- The Washington Times - Tuesday, June 10, 2003

House Republicans were setting up another tax-cut fight after they announced yesterday a broad $82 billion tax cut as a response to the $10 billion the Senate passed last week.

Rep. Bill Thomas, California Republican and chairman of the Ways and Means Committee, said their bill will extend the $1,000-per-child tax credit from now through 2010.

He said that will force senators, and in particular Sen. Blanche Lincoln, Arkansas Democrat and one of those pushing the Senate bill, to prove they are interested in policy rather than politics.

“If these people need help between now and the election, they need it for the rest of the decade,” Mr. Thomas said, pointedly noting several times that Mrs. Lincoln is up for re-election in November 2004 and the $1,000 tax credit is scheduled to fall to $700 in 2005.

Mr. Thomas said they expect to vote on the bill tomorrow, and the burden would then fall on the Senate to accept or reject it.

The president signed a $350 billion tax-cut package into law last month, advancing the per-child tax credit to $1,000, but it did not extend it for those who don’t make enough money to pay income taxes. Those 7 million families would receive $600 per child this year, while the 25 million families that do earn enough would get $1,000 per child.

Following Democrats’ outcry, the Senate last week passed a $10 billion bill that extends the credit to the other 7 million families, and that erases the eligibility disparity between married couples and single taxpayers for the credit. Democrats have spent the intervening week demanding the House pass the same bill.

Republicans, though, have said it is hypocritical for senators who didn’t vote for the initial $350 billion package, including Mrs. Lincoln and Sen. Olympia J. Snowe, Maine Republican, to now demand action on their bill.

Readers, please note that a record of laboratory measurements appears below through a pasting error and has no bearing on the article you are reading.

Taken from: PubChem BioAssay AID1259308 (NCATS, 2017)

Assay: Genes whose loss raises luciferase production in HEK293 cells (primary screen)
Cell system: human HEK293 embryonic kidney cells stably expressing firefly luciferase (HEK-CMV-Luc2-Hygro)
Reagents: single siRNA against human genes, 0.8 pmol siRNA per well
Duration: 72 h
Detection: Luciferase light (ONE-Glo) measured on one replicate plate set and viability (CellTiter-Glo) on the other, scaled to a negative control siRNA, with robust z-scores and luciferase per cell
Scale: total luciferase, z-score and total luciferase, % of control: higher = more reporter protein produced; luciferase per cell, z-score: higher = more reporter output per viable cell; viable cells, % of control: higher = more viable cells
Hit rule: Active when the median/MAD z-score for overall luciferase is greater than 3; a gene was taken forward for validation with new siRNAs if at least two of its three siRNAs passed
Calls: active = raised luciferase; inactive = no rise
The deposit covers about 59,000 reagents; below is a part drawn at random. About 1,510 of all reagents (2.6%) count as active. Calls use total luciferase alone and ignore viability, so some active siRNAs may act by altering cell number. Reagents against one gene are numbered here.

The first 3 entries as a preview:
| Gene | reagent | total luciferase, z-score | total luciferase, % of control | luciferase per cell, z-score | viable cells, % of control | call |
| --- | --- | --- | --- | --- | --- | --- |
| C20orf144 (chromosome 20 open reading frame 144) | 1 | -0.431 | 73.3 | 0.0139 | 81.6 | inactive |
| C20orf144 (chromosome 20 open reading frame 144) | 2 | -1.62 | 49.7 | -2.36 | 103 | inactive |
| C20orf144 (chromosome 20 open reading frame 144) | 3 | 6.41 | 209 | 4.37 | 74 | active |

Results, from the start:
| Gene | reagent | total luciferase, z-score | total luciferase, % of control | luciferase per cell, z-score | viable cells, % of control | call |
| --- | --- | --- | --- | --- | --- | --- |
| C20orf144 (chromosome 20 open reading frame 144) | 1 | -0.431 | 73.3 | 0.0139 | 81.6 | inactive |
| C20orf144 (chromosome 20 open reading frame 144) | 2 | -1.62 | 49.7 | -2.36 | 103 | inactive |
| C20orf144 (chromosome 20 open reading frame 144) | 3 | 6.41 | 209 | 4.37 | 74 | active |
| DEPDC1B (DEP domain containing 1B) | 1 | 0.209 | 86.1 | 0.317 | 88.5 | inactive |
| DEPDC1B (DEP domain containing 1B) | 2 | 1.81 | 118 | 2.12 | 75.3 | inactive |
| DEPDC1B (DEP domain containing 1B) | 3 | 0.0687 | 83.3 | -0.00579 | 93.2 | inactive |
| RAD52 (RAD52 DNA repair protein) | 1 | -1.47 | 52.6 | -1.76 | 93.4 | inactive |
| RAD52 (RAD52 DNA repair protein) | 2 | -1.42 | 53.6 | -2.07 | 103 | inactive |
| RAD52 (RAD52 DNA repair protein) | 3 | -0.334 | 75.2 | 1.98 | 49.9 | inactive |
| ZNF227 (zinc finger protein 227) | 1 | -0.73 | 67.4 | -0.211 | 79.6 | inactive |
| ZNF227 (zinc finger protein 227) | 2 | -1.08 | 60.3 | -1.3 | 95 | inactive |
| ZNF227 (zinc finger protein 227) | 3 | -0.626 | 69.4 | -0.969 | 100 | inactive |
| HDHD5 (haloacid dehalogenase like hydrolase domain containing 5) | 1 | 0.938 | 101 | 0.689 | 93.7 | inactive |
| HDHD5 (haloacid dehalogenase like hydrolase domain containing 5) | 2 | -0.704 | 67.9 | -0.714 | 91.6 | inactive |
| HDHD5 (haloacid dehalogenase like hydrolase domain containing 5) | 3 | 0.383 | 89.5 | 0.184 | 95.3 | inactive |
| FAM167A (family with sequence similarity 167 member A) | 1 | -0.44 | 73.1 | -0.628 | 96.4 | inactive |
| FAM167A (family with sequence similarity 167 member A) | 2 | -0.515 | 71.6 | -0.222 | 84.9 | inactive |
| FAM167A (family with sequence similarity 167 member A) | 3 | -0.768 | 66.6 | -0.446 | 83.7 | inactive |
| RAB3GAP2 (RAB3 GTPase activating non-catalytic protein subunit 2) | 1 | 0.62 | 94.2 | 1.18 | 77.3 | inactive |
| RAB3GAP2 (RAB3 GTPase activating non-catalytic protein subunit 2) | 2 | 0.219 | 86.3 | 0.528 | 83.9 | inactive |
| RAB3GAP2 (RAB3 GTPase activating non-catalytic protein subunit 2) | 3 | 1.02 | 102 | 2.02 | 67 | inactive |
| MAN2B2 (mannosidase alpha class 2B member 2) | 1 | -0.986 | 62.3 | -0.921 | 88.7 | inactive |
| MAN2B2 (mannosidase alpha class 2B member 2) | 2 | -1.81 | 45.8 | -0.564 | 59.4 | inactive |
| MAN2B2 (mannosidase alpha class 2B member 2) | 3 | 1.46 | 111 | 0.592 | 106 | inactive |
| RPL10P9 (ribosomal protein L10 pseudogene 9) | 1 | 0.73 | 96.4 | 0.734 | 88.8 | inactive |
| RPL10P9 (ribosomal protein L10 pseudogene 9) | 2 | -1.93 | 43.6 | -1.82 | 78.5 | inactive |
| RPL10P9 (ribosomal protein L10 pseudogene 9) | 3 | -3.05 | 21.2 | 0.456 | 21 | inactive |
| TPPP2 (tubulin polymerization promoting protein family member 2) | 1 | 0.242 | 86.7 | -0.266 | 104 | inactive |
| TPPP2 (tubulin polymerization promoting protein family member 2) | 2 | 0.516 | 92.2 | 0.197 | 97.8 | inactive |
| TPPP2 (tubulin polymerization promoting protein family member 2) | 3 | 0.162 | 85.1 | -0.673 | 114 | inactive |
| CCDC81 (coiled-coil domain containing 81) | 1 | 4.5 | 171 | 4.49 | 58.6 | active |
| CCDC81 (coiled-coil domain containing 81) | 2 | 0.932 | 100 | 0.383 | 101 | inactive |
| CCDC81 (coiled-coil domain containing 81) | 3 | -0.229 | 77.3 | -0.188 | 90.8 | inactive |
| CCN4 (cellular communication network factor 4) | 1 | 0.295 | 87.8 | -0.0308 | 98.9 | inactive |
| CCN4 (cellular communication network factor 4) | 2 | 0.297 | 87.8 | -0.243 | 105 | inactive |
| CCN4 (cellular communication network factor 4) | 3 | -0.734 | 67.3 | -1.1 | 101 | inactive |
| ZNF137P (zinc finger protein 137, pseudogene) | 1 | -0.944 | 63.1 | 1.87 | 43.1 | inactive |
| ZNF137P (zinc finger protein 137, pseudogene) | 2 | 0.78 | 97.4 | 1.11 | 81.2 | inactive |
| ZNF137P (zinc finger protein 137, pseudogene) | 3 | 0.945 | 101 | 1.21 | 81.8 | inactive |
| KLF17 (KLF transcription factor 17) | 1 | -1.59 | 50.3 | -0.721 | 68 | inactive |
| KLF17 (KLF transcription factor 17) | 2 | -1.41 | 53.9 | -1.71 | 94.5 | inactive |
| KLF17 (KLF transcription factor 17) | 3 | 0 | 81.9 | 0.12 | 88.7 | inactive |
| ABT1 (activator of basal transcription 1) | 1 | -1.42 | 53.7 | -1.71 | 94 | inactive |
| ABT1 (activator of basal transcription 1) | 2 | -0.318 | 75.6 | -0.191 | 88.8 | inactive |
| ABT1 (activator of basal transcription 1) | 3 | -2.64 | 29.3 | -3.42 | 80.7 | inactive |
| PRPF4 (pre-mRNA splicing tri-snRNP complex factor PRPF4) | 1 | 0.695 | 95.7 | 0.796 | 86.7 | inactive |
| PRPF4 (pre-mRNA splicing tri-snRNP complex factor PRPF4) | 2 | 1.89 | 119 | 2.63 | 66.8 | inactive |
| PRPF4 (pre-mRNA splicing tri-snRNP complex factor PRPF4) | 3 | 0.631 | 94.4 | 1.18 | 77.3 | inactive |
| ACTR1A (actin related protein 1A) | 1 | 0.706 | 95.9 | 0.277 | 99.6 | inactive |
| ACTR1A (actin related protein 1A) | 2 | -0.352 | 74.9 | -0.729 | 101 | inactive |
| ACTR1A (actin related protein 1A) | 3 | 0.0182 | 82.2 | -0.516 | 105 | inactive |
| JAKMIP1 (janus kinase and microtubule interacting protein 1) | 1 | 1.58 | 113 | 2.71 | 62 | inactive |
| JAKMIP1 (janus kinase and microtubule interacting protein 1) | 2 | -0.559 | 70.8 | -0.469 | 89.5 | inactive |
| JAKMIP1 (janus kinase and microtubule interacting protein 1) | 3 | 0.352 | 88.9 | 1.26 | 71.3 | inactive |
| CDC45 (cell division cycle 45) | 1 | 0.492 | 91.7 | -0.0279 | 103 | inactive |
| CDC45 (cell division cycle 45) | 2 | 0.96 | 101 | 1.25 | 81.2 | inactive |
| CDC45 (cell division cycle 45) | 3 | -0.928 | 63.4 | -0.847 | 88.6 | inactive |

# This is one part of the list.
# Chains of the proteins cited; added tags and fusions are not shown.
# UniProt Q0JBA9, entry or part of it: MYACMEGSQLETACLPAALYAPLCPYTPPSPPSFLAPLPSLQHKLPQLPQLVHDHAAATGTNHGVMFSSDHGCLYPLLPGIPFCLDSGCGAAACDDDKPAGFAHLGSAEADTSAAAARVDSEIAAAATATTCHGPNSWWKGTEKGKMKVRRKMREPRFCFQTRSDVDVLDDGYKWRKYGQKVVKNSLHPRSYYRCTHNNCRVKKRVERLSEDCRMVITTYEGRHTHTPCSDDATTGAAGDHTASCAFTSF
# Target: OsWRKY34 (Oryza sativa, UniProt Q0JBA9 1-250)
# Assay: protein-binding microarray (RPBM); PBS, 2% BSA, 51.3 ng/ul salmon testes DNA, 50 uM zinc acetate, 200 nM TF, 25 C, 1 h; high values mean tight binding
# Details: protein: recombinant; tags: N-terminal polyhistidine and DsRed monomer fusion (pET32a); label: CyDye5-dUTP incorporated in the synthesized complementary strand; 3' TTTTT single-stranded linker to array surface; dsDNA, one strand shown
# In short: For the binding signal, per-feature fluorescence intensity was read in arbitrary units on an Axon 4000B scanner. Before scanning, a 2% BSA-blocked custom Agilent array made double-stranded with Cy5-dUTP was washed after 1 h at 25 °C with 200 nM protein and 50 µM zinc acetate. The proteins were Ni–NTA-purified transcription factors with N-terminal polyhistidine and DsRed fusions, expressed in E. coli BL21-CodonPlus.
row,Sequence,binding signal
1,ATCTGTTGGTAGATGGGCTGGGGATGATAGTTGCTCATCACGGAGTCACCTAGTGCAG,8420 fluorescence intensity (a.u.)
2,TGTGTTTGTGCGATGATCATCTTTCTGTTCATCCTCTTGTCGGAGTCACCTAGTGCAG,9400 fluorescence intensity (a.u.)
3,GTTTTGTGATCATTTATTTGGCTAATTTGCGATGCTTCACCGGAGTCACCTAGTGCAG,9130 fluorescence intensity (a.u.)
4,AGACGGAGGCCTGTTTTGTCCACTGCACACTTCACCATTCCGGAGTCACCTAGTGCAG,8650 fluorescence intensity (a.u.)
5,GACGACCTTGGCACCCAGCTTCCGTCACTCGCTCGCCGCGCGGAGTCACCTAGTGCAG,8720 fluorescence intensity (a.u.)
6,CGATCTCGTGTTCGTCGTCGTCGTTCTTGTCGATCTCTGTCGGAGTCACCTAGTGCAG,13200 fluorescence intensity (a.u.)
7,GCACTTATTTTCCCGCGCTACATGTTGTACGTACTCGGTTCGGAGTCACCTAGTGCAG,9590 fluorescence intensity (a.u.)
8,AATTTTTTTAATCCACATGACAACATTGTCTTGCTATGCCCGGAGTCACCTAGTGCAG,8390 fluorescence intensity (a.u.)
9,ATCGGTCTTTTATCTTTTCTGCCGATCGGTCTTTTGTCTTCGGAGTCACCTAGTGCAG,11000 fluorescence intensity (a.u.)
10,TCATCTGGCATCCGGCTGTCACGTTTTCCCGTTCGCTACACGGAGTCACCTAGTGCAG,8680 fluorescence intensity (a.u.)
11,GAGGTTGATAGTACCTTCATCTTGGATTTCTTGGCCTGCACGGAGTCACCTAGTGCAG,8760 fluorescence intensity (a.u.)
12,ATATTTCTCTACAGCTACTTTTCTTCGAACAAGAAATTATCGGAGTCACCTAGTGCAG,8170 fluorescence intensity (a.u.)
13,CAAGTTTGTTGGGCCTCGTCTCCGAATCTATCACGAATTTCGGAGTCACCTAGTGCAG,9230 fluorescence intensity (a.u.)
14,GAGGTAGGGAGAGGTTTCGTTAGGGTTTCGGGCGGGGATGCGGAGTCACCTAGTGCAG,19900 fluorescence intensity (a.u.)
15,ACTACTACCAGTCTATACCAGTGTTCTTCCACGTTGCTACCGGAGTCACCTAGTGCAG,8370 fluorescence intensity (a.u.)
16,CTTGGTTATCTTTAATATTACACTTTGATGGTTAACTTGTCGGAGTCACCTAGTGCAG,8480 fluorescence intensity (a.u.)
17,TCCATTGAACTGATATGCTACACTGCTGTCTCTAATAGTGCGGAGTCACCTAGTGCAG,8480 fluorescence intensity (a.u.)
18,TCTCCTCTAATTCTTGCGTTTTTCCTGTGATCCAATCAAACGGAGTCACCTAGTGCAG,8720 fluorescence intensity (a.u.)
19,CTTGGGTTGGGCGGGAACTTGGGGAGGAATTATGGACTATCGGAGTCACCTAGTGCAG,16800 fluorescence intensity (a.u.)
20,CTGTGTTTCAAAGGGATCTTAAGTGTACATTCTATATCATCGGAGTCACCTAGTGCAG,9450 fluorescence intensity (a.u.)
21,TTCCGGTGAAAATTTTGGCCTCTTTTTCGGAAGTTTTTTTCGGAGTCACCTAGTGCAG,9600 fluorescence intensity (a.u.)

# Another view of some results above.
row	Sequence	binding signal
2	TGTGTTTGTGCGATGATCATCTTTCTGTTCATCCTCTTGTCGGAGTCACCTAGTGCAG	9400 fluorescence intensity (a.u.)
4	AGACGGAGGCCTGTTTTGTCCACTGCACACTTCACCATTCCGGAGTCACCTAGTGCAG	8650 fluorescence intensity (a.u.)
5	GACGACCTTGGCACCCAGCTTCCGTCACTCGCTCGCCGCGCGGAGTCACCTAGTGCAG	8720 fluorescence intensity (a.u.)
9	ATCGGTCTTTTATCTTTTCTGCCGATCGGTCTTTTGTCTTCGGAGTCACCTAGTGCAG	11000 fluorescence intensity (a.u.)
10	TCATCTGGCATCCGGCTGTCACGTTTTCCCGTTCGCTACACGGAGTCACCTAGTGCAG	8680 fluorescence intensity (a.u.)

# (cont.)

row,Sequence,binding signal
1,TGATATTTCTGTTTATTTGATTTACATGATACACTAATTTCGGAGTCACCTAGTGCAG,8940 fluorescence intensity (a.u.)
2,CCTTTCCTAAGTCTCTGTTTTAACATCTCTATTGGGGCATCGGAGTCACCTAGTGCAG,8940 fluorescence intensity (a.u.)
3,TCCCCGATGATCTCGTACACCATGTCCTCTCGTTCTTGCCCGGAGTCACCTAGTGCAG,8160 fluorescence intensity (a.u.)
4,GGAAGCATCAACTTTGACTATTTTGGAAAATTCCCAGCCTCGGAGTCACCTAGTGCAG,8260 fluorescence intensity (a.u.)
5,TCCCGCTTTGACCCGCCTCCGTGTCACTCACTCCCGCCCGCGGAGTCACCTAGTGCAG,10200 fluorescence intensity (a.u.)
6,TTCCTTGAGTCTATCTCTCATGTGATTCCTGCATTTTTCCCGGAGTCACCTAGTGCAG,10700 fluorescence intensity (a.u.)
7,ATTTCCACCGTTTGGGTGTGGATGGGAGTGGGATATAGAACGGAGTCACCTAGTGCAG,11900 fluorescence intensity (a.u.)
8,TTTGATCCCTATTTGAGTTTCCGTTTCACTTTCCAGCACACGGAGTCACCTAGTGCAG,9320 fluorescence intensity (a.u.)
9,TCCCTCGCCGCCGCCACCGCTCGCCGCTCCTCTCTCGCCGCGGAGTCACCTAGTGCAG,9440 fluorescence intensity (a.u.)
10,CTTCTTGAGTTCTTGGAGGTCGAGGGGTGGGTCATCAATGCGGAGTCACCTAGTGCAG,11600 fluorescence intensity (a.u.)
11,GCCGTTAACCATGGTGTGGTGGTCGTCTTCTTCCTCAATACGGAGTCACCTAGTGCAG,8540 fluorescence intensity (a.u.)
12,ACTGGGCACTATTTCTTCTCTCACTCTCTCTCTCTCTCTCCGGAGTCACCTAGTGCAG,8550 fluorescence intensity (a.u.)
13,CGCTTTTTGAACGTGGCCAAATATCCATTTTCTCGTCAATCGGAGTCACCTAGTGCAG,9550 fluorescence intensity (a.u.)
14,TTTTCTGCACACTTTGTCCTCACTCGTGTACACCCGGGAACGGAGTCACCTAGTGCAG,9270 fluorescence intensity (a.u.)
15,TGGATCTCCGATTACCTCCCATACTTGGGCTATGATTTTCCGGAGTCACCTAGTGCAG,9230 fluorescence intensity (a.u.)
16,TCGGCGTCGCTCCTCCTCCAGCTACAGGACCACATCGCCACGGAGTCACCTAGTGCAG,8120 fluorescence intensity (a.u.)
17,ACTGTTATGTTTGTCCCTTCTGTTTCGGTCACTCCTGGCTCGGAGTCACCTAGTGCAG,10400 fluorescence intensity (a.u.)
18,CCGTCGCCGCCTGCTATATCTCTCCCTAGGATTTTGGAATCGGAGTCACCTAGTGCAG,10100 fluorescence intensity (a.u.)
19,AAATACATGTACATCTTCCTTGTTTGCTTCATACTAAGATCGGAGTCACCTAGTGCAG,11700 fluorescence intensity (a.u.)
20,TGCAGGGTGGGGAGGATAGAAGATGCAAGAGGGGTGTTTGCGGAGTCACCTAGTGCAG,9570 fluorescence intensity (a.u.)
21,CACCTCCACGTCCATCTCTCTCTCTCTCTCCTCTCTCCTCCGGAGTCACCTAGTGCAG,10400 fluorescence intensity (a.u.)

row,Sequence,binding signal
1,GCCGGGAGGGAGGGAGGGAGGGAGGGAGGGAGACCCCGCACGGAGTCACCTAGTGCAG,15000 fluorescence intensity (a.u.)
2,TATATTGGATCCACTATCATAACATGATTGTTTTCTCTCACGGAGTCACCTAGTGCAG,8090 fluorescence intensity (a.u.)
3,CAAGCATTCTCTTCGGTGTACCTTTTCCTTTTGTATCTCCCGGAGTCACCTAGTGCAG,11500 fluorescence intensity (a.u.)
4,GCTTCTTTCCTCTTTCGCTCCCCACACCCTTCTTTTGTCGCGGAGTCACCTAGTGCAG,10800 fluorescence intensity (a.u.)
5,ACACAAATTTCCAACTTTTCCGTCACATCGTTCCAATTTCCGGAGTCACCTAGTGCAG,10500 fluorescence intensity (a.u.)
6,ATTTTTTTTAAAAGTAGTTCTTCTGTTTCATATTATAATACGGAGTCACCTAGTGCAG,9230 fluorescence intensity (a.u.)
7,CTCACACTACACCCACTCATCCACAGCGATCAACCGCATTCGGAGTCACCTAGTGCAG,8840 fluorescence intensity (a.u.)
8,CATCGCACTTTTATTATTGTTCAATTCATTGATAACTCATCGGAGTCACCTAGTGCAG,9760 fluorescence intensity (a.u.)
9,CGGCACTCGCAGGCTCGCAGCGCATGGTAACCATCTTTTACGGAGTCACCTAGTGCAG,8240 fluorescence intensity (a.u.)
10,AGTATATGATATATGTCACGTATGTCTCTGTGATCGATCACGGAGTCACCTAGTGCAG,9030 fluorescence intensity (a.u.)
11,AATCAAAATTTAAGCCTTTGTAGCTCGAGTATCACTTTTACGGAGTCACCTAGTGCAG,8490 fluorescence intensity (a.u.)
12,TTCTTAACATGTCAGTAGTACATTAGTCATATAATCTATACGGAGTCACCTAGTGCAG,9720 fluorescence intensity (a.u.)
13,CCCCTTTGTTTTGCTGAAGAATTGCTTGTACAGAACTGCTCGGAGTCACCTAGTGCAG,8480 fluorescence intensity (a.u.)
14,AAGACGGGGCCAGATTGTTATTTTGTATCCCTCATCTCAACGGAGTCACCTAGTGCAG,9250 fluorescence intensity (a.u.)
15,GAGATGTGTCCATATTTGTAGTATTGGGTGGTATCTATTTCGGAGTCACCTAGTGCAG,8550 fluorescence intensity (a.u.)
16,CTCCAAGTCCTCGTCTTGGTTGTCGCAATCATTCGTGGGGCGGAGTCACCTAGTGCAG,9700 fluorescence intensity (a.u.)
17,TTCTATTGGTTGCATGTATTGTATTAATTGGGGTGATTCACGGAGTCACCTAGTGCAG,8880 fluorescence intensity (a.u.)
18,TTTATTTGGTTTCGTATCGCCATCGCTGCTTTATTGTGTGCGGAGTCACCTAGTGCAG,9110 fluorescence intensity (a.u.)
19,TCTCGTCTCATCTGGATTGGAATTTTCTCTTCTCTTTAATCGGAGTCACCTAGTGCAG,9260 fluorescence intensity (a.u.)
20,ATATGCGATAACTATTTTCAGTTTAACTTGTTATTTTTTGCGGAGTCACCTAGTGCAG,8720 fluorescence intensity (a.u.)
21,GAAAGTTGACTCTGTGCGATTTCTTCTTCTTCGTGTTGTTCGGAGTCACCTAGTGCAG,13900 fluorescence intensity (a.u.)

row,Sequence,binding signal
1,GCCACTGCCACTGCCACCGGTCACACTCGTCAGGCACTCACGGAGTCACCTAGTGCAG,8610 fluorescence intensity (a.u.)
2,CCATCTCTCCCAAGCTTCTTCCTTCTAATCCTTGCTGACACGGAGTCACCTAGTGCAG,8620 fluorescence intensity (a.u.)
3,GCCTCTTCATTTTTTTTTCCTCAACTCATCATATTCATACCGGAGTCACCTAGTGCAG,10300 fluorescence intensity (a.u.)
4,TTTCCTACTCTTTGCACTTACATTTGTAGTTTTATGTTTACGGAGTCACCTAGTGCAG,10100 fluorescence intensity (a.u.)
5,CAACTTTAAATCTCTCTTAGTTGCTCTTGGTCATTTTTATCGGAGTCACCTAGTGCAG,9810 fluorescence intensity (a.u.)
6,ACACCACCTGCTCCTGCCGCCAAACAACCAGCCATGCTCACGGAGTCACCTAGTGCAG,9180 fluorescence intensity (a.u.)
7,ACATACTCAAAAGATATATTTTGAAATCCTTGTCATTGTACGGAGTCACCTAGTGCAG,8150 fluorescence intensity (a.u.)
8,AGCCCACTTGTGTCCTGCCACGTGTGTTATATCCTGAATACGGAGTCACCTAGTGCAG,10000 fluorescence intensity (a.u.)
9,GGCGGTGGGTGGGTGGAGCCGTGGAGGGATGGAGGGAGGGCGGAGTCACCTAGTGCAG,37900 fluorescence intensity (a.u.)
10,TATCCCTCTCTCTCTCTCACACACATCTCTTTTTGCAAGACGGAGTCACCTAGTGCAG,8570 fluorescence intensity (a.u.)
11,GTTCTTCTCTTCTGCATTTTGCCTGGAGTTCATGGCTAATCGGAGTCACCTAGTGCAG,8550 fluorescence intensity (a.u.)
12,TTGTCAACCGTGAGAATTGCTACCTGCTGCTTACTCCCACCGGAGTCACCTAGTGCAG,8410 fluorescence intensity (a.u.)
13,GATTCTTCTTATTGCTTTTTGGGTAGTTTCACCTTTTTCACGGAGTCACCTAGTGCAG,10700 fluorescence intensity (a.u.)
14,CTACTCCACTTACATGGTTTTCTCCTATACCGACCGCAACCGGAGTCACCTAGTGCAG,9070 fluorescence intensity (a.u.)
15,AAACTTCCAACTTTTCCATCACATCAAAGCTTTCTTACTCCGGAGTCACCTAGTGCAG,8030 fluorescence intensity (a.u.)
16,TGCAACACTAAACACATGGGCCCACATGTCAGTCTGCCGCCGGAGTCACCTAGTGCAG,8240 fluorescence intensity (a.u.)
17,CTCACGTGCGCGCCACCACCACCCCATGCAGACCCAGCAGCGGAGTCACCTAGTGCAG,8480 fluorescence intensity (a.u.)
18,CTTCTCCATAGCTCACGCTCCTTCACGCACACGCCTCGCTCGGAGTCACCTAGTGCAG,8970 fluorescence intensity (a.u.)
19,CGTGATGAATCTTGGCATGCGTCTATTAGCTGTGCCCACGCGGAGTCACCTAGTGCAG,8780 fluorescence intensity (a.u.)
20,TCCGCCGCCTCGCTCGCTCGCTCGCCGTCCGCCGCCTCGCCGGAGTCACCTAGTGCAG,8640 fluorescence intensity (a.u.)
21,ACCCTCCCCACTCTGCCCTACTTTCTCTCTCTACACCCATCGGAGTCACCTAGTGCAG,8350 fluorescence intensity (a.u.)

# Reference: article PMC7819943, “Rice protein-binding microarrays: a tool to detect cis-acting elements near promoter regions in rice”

House Majority Leader Tom DeLay, Texas Republican, said the House will not pass the Senate’s plan. He also said they won’t include the offsetting revenue increases the Senate had in its plan.

A spokesman for Mrs. Lincoln did not return a call for comment yesterday afternoon, but Rep. Charles B. Rangel of New York, the top Democrat on the Ways and Means panel, said the Republicans’ proposal holds “working families hostage” and “shows a disdain for the poor.”

“From Day One, the Republican House leaders have made it clear that they think the child of a poor family should receive a smaller tax credit than the child of a wealthy family. That is not fair and it is not compassionate,” Mr. Rangel said.

House and Senate Republican leaders were meeting with President Bush at the White House yesterday to discuss the tax bill, and to get the president’s blessing on their plan to transfer about $5 billion from defense spending into domestic programs.

The money is left over from the supplemental defense spending bill passed earlier this year to pay for the one-month war in Iraq.

Republican appropriators want the president’s backing in order to persuade conservatives to go along with reallocating the defense funds. The move will open the door to higher discretionary spending in non-defense areas than the budget resolution allots.

“Conservatives want to know if there’s a complete plan in place that doesn’t just start the appropriations process, but brings it to a close at a fixed number,” said an aide to a conservative Republican House member.

Sen. Ted Stevens, Alaska Republican and chairman of the Senate Appropriations Committee, is confident that the budget resolution will be strictly followed. The White House meeting was necessary to “bring us together” on how to shape the 2004 spending bills.

“I’m not sure there is a consensus in the House and Senate interpretations of the budget resolution,” Mr. Stevens said, adding that “we’re going to keep the top line [of spending] at $784 billion.”

The two chambers of Congress “have got to have the same line above which you cannot spend,” Mr. Stevens said. Once that is set, he said, markups of the 13 spending bills could begin as early as this week.

Republicans are determined to avoid the breakdown of the budget and spending process that marked the Democrats’ last year in charge of the Senate. Mr. Stevens said he’ll do “whatever it takes to get 13 bills through the Senate.”

“I want to get our job done this year,” Mr. Stevens said.

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